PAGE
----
Are We Bowling At All? An Analysis of Social Capital in Online Networks
Tuesday 8 July 2014 17:00 - 18:30
Oxford Internet Institute, 1 St Giles, Oxford OX1 3JS
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How does social capital exist in online networks? This talk analyses the formation of bridging and bonding social capital in online networks. It has been suggested by Putnam that online interactions are unable to foster social capital. We test this claim using Twitter data from three events: the Occupy movement in 2011, the IF Campaign in 2013, and the Chilean Presidential Election of the same year. Using Ronald Burt's concepts of closure and brokerage as indicators of bonding and bridging social capital, we observe the networks formed through online interactions and test them against several simulations. Our results support the claim that online ties are able to create social capital, but by distinguishing bridging and bonding types, and comparing across different issue networks, we tease out more specific findings. In the case of bonding social capital, online ties seem more effective to form close networks than theory predicts. Meanwhile, bridging social capital requires particular conditions for its creation, such as the presence of organizations and professional brokers. Our results provide a confirmation that online networks are able to produce social capital, but it raises questions about the process of brokerage across highly connected groups.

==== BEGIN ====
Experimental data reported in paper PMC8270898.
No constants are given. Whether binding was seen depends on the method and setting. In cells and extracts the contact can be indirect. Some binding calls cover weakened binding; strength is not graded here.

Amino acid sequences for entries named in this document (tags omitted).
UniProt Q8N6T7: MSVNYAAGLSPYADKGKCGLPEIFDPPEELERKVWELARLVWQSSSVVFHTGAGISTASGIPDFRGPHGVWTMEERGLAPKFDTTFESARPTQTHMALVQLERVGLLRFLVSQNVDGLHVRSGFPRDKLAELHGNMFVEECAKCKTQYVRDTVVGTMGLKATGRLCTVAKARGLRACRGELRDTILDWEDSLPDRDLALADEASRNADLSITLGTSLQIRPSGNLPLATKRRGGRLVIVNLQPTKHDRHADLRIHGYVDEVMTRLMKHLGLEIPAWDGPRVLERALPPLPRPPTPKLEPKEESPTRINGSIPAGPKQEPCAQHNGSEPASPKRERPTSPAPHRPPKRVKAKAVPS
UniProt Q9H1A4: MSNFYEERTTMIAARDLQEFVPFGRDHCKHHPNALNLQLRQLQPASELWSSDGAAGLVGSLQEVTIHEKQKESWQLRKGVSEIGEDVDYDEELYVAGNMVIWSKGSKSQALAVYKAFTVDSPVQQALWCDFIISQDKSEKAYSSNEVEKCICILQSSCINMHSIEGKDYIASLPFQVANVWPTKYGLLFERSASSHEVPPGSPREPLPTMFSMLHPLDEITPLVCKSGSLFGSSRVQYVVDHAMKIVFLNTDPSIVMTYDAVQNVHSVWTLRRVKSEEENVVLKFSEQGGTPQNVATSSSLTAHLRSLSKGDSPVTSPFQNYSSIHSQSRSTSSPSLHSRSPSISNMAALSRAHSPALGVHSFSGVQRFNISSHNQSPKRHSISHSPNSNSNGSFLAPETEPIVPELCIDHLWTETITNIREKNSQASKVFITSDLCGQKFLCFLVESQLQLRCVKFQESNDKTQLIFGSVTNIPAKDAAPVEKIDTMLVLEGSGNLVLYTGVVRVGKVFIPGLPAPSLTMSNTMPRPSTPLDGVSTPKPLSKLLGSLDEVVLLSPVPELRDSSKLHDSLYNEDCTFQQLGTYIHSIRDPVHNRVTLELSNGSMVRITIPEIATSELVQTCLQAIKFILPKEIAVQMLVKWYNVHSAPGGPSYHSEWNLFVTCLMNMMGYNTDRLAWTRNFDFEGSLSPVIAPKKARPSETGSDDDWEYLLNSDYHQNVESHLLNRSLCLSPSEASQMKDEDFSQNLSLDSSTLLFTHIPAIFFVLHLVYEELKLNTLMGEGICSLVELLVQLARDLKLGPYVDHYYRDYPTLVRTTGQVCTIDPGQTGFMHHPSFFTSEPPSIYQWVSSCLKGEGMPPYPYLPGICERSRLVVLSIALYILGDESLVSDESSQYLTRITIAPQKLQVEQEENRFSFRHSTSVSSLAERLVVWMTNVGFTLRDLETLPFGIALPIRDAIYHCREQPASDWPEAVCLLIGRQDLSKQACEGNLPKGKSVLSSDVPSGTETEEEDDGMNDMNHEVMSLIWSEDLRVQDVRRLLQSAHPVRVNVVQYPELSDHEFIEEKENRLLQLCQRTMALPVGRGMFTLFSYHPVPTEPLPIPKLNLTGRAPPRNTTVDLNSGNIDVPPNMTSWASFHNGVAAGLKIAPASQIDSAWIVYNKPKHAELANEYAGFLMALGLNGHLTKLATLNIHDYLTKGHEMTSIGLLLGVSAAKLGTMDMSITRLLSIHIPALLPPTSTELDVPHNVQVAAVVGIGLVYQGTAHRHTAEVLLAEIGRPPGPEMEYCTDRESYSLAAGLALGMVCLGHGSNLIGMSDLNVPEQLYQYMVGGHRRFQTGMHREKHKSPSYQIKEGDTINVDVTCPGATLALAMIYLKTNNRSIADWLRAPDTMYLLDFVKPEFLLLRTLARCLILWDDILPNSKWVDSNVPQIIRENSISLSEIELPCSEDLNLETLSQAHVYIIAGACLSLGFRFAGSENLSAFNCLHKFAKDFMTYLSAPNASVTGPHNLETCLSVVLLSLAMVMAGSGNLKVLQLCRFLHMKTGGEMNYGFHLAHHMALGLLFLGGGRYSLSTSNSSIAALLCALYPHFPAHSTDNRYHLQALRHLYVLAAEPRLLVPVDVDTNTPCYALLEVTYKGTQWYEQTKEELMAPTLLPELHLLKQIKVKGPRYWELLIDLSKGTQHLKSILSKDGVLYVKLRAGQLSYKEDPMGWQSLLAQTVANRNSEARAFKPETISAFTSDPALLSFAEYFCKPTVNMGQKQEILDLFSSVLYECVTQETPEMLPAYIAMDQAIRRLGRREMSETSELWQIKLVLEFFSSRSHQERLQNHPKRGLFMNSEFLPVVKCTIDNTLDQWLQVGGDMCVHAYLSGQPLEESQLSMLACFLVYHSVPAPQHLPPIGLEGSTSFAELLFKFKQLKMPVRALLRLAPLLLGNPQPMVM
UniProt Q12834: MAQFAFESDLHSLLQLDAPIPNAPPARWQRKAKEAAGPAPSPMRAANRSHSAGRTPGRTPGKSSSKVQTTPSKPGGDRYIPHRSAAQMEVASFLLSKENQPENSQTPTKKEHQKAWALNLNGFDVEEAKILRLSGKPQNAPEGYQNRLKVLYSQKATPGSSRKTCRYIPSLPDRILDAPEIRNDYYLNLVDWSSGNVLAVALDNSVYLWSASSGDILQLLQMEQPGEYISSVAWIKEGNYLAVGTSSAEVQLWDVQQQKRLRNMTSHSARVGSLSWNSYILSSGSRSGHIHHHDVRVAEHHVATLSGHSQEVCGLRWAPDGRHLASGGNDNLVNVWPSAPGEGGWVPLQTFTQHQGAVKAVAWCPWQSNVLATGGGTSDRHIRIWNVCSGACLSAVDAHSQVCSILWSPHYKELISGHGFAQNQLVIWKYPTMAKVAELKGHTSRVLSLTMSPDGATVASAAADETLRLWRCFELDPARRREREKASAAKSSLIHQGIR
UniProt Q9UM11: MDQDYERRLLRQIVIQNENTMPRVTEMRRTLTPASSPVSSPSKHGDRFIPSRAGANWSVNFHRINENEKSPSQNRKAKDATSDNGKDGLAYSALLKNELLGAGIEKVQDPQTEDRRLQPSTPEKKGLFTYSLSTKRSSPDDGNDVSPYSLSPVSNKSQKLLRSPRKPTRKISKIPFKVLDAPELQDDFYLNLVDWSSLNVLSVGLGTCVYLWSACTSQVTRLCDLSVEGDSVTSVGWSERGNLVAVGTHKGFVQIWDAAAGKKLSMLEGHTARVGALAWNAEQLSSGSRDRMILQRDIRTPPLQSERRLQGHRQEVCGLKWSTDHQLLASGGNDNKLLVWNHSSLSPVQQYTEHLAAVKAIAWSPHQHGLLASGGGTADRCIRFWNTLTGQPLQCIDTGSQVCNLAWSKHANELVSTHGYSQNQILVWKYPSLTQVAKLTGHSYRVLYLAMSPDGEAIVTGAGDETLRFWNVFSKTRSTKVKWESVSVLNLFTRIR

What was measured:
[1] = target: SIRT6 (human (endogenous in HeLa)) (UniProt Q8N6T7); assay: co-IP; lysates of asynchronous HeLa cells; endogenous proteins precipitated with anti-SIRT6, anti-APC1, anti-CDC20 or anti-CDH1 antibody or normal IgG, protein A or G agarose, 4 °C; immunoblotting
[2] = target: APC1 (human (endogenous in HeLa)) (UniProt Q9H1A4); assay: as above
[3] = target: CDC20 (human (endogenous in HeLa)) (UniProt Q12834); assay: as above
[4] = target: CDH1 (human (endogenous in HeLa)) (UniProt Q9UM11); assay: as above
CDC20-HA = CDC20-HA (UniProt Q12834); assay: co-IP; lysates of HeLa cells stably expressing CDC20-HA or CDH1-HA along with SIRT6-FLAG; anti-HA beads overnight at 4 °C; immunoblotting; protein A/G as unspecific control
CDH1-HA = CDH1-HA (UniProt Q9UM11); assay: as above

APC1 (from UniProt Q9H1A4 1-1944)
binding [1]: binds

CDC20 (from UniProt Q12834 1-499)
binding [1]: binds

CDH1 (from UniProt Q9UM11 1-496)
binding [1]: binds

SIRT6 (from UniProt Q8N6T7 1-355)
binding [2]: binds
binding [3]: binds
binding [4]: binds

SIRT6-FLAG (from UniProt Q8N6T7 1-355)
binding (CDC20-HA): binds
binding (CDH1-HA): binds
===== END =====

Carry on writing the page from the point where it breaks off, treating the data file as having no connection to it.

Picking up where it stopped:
About the speaker
University College LondonI am a PhD Candidate and a PGTA in Research Methods in the Department of Political Science at University College London (and since last year, an Associate Lecturer at Birkbeck, University of London). I received a Licentiate in Law (J.D.) degree from the Pontificia Universidad Católica de Chile and an MSc in Democracy and Democratisation from UCL. Prior to joining UCL, I worked on topics of civic participation, political parties and political communication. I also worked as speechwriter and contents manager for a campaign in the 2009 Chilean presidential election. My research interests include political behaviour, social capital theory, social media and politics, and political methodology. My doctoral research aims to provide a general theory of online social capital and its effects on political participation.